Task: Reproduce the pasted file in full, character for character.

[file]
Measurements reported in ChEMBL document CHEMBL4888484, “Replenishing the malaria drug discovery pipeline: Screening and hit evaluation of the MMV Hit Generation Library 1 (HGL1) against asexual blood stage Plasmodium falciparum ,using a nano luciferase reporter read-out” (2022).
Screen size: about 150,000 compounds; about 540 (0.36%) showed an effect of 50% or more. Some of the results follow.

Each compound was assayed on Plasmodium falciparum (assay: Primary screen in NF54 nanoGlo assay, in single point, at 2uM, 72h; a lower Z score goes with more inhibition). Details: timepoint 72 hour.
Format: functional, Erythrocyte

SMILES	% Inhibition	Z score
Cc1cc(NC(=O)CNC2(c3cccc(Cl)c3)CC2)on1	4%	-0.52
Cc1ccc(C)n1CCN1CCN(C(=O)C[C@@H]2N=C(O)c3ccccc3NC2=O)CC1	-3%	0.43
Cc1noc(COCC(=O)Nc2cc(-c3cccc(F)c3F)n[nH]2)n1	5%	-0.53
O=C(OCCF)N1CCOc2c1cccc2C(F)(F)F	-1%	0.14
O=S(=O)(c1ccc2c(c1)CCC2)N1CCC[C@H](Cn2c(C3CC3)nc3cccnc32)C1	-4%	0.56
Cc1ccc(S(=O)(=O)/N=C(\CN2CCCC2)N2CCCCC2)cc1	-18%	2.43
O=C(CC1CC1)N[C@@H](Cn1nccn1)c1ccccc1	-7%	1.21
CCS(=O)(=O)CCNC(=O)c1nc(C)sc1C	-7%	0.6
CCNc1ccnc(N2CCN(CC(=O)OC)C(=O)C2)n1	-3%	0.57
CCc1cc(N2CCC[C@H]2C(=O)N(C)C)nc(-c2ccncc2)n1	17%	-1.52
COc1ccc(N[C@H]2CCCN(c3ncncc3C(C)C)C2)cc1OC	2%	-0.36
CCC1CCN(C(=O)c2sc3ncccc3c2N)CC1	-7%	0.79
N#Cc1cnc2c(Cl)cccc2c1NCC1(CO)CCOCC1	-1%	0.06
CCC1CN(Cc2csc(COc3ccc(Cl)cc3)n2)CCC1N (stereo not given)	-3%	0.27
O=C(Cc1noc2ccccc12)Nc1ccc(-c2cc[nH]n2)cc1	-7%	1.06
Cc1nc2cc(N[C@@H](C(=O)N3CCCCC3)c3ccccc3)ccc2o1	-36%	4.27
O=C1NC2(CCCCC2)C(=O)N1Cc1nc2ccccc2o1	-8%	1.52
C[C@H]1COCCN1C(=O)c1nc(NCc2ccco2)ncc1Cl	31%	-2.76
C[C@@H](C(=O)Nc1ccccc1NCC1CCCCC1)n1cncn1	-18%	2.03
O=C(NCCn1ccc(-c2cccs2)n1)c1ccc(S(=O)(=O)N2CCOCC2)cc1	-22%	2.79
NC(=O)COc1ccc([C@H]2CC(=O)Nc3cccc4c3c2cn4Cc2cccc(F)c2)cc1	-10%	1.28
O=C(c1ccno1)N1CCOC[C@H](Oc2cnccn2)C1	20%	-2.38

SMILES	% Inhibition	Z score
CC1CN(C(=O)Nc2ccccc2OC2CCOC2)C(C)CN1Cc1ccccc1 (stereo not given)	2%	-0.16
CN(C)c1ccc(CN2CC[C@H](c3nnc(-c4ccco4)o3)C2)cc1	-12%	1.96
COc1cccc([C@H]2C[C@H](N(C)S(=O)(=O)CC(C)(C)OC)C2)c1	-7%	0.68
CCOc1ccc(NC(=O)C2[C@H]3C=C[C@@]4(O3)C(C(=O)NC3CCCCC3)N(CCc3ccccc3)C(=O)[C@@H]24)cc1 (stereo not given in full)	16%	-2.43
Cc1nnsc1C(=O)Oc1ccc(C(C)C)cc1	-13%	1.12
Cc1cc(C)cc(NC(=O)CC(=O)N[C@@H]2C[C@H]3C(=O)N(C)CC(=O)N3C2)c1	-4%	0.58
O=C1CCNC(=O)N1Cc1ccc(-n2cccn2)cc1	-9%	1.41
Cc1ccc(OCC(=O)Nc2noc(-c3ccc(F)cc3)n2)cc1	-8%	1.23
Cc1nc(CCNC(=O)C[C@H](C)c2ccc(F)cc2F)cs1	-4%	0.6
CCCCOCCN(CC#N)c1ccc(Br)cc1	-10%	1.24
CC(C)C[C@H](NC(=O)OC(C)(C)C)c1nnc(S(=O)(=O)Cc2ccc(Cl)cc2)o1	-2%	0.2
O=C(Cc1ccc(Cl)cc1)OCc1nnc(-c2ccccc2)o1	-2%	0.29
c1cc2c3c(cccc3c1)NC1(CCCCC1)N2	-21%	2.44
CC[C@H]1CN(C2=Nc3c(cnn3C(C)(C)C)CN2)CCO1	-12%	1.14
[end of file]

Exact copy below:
Measurements reported in ChEMBL document CHEMBL4888484, “Replenishing the malaria drug discovery pipeline: Screening and hit evaluation of the MMV Hit Generation Library 1 (HGL1) against asexual blood stage Plasmodium falciparum ,using a nano luciferase reporter read-out” (2022).
Screen size: about 150,000 compounds; about 540 (0.36%) showed an effect of 50% or more. Some of the results follow.

Each compound was assayed on Plasmodium falciparum (assay: Primary screen in NF54 nanoGlo assay, in single point, at 2uM, 72h; a lower Z score goes with more inhibition). Details: timepoint 72 hour.
Format: functional, Erythrocyte

SMILES	% Inhibition	Z score
Cc1cc(NC(=O)CNC2(c3cccc(Cl)c3)CC2)on1	4%	-0.52
Cc1ccc(C)n1CCN1CCN(C(=O)C[C@@H]2N=C(O)c3ccccc3NC2=O)CC1	-3%	0.43
Cc1noc(COCC(=O)Nc2cc(-c3cccc(F)c3F)n[nH]2)n1	5%	-0.53
O=C(OCCF)N1CCOc2c1cccc2C(F)(F)F	-1%	0.14
O=S(=O)(c1ccc2c(c1)CCC2)N1CCC[C@H](Cn2c(C3CC3)nc3cccnc32)C1	-4%	0.56
Cc1ccc(S(=O)(=O)/N=C(\CN2CCCC2)N2CCCCC2)cc1	-18%	2.43
O=C(CC1CC1)N[C@@H](Cn1nccn1)c1ccccc1	-7%	1.21
CCS(=O)(=O)CCNC(=O)c1nc(C)sc1C	-7%	0.6
CCNc1ccnc(N2CCN(CC(=O)OC)C(=O)C2)n1	-3%	0.57
CCc1cc(N2CCC[C@H]2C(=O)N(C)C)nc(-c2ccncc2)n1	17%	-1.52
COc1ccc(N[C@H]2CCCN(c3ncncc3C(C)C)C2)cc1OC	2%	-0.36
CCC1CCN(C(=O)c2sc3ncccc3c2N)CC1	-7%	0.79
N#Cc1cnc2c(Cl)cccc2c1NCC1(CO)CCOCC1	-1%	0.06
CCC1CN(Cc2csc(COc3ccc(Cl)cc3)n2)CCC1N (stereo not given)	-3%	0.27
O=C(Cc1noc2ccccc12)Nc1ccc(-c2cc[nH]n2)cc1	-7%	1.06
Cc1nc2cc(N[C@@H](C(=O)N3CCCCC3)c3ccccc3)ccc2o1	-36%	4.27
O=C1NC2(CCCCC2)C(=O)N1Cc1nc2ccccc2o1	-8%	1.52
C[C@H]1COCCN1C(=O)c1nc(NCc2ccco2)ncc1Cl	31%	-2.76
C[C@@H](C(=O)Nc1ccccc1NCC1CCCCC1)n1cncn1	-18%	2.03
O=C(NCCn1ccc(-c2cccs2)n1)c1ccc(S(=O)(=O)N2CCOCC2)cc1	-22%	2.79
NC(=O)COc1ccc([C@H]2CC(=O)Nc3cccc4c3c2cn4Cc2cccc(F)c2)cc1	-10%	1.28
O=C(c1ccno1)N1CCOC[C@H](Oc2cnccn2)C1	20%	-2.38

SMILES	% Inhibition	Z score
CC1CN(C(=O)Nc2ccccc2OC2CCOC2)C(C)CN1Cc1ccccc1 (stereo not given)	2%	-0.16
CN(C)c1ccc(CN2CC[C@H](c3nnc(-c4ccco4)o3)C2)cc1	-12%	1.96
COc1cccc([C@H]2C[C@H](N(C)S(=O)(=O)CC(C)(C)OC)C2)c1	-7%	0.68
CCOc1ccc(NC(=O)C2[C@H]3C=C[C@@]4(O3)C(C(=O)NC3CCCCC3)N(CCc3ccccc3)C(=O)[C@@H]24)cc1 (stereo not given in full)	16%	-2.43
Cc1nnsc1C(=O)Oc1ccc(C(C)C)cc1	-13%	1.12
Cc1cc(C)cc(NC(=O)CC(=O)N[C@@H]2C[C@H]3C(=O)N(C)CC(=O)N3C2)c1	-4%	0.58
O=C1CCNC(=O)N1Cc1ccc(-n2cccn2)cc1	-9%	1.41
Cc1ccc(OCC(=O)Nc2noc(-c3ccc(F)cc3)n2)cc1	-8%	1.23
Cc1nc(CCNC(=O)C[C@H](C)c2ccc(F)cc2F)cs1	-4%	0.6
CCCCOCCN(CC#N)c1ccc(Br)cc1	-10%	1.24
CC(C)C[C@H](NC(=O)OC(C)(C)C)c1nnc(S(=O)(=O)Cc2ccc(Cl)cc2)o1	-2%	0.2
O=C(Cc1ccc(Cl)cc1)OCc1nnc(-c2ccccc2)o1	-2%	0.29
c1cc2c3c(cccc3c1)NC1(CCCCC1)N2	-21%	2.44
CC[C@H]1CN(C2=Nc3c(cnn3C(C)(C)C)CN2)CCO1	-12%	1.14